Liberty won 20 games a season ago, cruised to its first outright boys basketball county championship in 35 years, and considered itself the team to beat in the Class 2A West Region.
So when things didn’t turn out as planned for the Lions, they made a point to regroup this winter and get right back to doing what has made them quite successful over the past three years. All the while carrying what felt like a uncharacteristic loss in the playoffs with them into the 2018-19 season.
So far, the motivation has led Liberty to a 15-0 record. And the reigning Carroll County Athletic League champions are locked into playing deeper into this year that ever before.
“We’re a team that has been together for a very long time,” said guard Cam Blankenship, one of the Lions’ seven seniors. “We’ve always played together. Going from last year, being an amazing team, we were great. We built the team chemistry … that’s basically how we’ve [gone] from last year to this year.”
Liberty carried a 20-3 record into last year’s 2A West Section 1 final against Oakdale, where the Bears played at home and won 67-53 (they later topped Williamsport to take the regional crown). Crafting a fine season, and winning the program’s first outright county title since 1983, meant little to the Lions after their playoff exit.
Knowing almost everyone would be back this winter gave coach Brian Tombs and his players reason to be excited, however.
Six-foot-7 center Tristan Kent, last year’s Times Player of the Year, returned for his senior season. Liberty graduated guard Jack Selby, a first-team all-county pick in 2018 who was the team’s second leading scorer. But the Lions have filled the void so far — Blankenship, fellow senior Jack Merchak, and junior guard Connor Stewart anchor the backcourt, with Kent getting help from junior Peyton Scheufele (6-3) in the post.
Kent is averaging 18.7 points and 11.6 rebounds, both tops in the CCAL. Merchak is Liberty’s second leading scorer at 12.9 points per game, followed by Scheufele (11.3), Stewart (10.2), and Blankenship (8.3).
Scheufele adds 5.8 rebounds, and Merchak grabs 5.3 per game to go with a county-best 4.7 assists.
“You have to learn how to win first,” said Tombs, who is 81-60 in his five-plus seasons as Lions coach. “We had been a competitive team my first two years. I think last year we figured out what it was to be a good team, not just an average team. I think that started the building process. These guys, coming into this year, they believed it.”
Liberty went 12-11 in 2012-13, Tombs’ first season, then had consecutive losing campaigns. Since then, the Lions are 49-14 and 26-4 in county play.
“They believe every game they walk into,” Tombs said, “they can win.”
Liberty averages 73.5 points per game and showcases a balanced offense. The Lions have enjoyed comfortable win, but they’ve also been tested throughout the season. They went 2-0 at their own holiday tournament in late December, but had to outlast an athletic City College team from Baltimore, 66-58, after needing overtime to take down Marriotts Ridge 91-89.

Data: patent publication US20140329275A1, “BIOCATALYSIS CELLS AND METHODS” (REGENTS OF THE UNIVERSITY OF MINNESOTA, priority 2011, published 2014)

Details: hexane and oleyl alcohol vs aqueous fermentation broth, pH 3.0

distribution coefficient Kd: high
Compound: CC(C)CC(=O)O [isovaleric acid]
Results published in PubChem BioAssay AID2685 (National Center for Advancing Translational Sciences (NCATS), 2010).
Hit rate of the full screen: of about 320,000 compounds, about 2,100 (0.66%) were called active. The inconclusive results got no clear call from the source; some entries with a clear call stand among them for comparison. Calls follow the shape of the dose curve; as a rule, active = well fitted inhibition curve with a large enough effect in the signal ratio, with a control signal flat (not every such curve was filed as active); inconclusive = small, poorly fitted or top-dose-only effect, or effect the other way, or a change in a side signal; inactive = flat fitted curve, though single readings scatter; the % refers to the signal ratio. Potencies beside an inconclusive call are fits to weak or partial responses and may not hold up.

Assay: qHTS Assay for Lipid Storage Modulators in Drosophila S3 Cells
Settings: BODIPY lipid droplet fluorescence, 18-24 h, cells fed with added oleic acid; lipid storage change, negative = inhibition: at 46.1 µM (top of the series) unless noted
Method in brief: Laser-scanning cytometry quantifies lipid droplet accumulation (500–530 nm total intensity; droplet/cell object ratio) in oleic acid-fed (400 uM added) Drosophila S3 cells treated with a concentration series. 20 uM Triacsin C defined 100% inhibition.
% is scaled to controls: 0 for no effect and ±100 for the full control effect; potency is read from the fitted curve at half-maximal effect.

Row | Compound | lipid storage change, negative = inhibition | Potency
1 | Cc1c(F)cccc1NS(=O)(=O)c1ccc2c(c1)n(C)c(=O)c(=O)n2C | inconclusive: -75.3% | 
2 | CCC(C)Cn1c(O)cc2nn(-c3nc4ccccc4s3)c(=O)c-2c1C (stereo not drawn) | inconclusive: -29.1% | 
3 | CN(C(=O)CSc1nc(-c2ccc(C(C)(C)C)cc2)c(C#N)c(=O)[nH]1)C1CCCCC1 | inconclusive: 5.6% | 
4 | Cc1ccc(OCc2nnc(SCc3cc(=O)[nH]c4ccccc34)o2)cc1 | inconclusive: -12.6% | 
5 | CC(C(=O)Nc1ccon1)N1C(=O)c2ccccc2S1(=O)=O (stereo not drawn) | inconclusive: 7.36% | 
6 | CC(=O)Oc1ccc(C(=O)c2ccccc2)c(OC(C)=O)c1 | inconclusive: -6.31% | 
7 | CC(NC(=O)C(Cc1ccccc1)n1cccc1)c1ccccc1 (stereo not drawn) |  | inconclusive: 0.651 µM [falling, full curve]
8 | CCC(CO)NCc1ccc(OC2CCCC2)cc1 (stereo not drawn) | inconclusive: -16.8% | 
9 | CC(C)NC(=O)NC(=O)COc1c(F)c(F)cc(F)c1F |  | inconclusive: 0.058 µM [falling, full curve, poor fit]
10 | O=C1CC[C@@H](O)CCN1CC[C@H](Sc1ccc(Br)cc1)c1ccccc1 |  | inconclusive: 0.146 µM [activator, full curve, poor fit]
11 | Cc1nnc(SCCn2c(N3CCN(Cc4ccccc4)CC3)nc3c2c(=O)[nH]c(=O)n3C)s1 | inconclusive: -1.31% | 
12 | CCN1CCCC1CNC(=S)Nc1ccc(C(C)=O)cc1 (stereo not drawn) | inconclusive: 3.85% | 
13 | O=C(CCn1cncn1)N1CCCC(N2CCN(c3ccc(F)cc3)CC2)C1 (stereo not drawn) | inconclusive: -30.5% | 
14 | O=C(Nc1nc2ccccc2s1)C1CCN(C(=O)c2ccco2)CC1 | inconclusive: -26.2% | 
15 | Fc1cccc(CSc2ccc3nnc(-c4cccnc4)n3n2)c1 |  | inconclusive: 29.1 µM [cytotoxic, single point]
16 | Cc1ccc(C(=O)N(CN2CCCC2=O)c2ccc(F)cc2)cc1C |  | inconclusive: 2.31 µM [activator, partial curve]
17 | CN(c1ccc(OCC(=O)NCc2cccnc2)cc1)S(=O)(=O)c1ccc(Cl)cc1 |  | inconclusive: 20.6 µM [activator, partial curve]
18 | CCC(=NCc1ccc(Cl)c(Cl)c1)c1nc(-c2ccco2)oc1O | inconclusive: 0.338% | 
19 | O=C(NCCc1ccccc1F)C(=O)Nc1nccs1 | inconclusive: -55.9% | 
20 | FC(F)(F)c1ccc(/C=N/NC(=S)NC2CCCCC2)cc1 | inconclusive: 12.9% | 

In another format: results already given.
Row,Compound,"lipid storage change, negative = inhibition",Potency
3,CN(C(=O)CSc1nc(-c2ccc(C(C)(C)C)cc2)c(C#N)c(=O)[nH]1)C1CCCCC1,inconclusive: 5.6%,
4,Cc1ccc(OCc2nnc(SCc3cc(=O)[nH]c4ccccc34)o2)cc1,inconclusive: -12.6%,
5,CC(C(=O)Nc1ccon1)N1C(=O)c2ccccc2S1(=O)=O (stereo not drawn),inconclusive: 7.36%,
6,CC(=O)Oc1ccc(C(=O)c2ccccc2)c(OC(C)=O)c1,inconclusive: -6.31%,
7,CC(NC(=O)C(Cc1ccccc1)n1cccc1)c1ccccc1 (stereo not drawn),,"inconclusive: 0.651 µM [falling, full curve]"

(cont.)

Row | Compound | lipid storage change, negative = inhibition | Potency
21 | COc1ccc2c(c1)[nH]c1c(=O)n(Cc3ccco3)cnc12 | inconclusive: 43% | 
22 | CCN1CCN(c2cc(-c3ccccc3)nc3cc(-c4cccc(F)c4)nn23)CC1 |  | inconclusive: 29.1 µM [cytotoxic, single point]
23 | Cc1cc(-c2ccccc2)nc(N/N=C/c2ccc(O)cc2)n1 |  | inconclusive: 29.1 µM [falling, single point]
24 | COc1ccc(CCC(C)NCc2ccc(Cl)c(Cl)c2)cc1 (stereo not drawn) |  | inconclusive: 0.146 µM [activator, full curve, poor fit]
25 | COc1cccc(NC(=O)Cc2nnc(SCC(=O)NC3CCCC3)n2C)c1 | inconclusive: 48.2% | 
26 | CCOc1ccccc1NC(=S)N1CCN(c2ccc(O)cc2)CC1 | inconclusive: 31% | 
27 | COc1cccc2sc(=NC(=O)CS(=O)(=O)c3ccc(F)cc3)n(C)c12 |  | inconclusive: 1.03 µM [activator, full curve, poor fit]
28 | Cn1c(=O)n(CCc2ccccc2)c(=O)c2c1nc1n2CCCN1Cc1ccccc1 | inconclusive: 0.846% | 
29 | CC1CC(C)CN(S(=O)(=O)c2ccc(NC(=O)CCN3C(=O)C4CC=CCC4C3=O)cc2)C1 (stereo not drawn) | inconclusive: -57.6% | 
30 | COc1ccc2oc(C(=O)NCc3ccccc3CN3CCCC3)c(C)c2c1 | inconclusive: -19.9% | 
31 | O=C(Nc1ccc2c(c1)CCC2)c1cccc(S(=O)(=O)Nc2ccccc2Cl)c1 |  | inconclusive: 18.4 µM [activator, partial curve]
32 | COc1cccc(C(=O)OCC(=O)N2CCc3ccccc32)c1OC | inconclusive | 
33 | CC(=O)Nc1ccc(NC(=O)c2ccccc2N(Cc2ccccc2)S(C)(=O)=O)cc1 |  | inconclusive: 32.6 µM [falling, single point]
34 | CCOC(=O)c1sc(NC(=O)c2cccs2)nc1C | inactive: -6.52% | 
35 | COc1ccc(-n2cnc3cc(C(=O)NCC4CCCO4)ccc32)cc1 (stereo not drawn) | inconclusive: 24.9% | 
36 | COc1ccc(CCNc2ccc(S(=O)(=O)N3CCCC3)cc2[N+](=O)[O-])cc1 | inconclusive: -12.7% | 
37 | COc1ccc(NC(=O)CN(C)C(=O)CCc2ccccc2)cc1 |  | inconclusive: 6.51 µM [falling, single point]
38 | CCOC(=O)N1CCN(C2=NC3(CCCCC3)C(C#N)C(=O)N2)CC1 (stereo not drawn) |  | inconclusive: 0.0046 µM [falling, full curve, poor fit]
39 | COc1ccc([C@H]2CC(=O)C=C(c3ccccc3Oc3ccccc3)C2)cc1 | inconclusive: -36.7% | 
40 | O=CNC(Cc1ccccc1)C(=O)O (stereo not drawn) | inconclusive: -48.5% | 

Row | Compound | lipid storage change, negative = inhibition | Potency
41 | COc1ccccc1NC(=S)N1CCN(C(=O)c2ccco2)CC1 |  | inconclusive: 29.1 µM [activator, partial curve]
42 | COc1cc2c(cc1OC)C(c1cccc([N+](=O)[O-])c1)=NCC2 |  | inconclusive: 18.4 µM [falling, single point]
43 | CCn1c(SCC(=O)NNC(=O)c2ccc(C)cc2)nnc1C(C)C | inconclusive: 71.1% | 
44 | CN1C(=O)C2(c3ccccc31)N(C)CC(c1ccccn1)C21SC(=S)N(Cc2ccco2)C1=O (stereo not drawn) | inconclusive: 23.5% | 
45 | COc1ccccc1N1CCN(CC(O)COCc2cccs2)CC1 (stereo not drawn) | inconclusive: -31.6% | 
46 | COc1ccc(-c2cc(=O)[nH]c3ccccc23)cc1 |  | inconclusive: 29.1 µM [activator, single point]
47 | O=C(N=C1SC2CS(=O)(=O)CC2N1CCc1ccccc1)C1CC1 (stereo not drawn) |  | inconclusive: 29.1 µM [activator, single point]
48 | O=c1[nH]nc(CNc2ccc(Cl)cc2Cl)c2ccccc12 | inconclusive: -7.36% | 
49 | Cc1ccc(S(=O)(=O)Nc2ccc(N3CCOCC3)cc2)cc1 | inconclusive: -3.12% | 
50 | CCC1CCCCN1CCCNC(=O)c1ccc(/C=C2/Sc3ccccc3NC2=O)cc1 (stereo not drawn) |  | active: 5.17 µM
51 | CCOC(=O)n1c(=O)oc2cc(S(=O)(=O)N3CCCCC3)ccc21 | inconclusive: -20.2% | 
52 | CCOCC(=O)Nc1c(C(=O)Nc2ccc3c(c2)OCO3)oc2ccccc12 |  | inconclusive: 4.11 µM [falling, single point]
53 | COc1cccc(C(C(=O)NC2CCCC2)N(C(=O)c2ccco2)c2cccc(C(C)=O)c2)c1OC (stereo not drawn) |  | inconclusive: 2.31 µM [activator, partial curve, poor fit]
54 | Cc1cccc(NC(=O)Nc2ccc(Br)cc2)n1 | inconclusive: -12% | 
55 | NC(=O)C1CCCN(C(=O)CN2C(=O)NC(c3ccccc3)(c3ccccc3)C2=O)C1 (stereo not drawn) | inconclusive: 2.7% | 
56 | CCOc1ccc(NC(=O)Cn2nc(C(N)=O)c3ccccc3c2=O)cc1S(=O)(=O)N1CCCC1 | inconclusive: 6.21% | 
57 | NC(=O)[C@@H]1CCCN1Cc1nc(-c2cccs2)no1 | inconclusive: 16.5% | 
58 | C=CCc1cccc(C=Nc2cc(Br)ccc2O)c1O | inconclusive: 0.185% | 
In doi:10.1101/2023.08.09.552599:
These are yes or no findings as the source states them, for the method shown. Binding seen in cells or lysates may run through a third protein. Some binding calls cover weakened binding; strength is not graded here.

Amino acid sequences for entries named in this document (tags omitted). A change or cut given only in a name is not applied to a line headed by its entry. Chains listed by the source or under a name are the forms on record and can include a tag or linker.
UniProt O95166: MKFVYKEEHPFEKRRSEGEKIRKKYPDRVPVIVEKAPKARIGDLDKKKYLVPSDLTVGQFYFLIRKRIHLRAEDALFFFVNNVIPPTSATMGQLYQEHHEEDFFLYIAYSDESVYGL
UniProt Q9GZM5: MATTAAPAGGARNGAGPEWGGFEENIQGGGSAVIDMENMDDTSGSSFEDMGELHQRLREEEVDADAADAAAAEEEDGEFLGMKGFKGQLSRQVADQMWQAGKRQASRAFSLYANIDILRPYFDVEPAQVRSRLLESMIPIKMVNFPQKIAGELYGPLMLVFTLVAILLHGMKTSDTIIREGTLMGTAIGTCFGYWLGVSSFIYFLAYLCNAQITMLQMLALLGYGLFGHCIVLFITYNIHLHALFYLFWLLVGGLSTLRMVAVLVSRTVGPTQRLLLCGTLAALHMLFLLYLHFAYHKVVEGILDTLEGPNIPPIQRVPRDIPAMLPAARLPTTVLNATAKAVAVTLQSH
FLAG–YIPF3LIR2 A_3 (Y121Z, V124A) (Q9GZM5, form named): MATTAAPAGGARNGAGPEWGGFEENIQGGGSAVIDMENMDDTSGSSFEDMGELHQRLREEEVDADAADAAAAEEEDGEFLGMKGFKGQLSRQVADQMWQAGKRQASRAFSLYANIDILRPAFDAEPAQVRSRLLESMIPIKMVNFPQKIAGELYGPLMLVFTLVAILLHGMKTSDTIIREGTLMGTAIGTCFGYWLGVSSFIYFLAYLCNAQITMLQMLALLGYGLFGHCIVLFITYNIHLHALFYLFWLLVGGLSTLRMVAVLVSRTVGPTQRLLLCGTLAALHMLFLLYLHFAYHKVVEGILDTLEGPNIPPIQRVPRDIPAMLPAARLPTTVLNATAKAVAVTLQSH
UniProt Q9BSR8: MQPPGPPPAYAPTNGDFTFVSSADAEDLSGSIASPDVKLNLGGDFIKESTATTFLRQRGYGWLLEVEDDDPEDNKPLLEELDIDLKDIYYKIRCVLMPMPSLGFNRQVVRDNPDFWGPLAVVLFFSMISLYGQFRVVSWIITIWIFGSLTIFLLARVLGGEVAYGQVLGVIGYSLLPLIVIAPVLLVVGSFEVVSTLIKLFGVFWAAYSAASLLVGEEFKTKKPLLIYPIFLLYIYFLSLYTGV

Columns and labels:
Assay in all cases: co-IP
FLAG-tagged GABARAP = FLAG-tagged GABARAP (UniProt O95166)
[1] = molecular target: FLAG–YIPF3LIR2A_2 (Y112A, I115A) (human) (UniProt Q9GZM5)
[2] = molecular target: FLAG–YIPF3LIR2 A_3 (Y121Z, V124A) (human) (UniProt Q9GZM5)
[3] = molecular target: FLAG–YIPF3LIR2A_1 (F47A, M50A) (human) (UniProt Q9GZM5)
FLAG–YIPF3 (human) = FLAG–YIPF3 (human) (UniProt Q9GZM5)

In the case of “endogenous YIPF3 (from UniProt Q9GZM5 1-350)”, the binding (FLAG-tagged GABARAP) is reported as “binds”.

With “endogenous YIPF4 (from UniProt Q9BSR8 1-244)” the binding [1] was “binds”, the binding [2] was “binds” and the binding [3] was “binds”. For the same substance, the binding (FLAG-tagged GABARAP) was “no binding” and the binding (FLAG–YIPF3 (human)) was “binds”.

They started 2019 with a 63-61 victory over Tuscarora. On Jan. 11, they hosted rival Century in their season’s biggest matchup to date.
The Knights controlled the game early, posted a 20-point lead, and led by 14 entering the fourth quarter. Liberty didn’t falter, though, and forced OT before edging Century 79-78 on a late bucket from Scheufele.
“We just had a lot of heart that game,” Kent said. “It’s still crazy. I can’t believe we won.”
Chalk it up to a tight bond the Lions have been forming since before high school, Merchak said, when many of them played together at the travel basketball level.
“Some teams might think that they’re done, so we know that we have that chance to come back,” Merchak said. “Having the confidence that we’re undefeated, we know that we can win any game.”
Liberty is 6-0 in the CCAL, halfway to back-to-back unbeaten county records. Kent, who last season led Carroll in rebounding and field-goal percentage, and was third in scoring, said this winter has been the favorite of his career.
But it’s not without a few more goals.
Century and Oakdale are two of Liberty’s hurdles, as the team sees it. Blankenship said the Lions expect to have to beat the Knights and Bears in the playoffs if they want to capture the program’s first regional championship.
“Coach always says that we always want Oakdale and Century on our minds, basically, because they’re the biggest games,” Blankenship said. “Century, we’re always playing a close game. The rivalry games are always close. Beating them, it just gave us energy. We just want to go out there and assert ourselves, show how much better we’ve become.”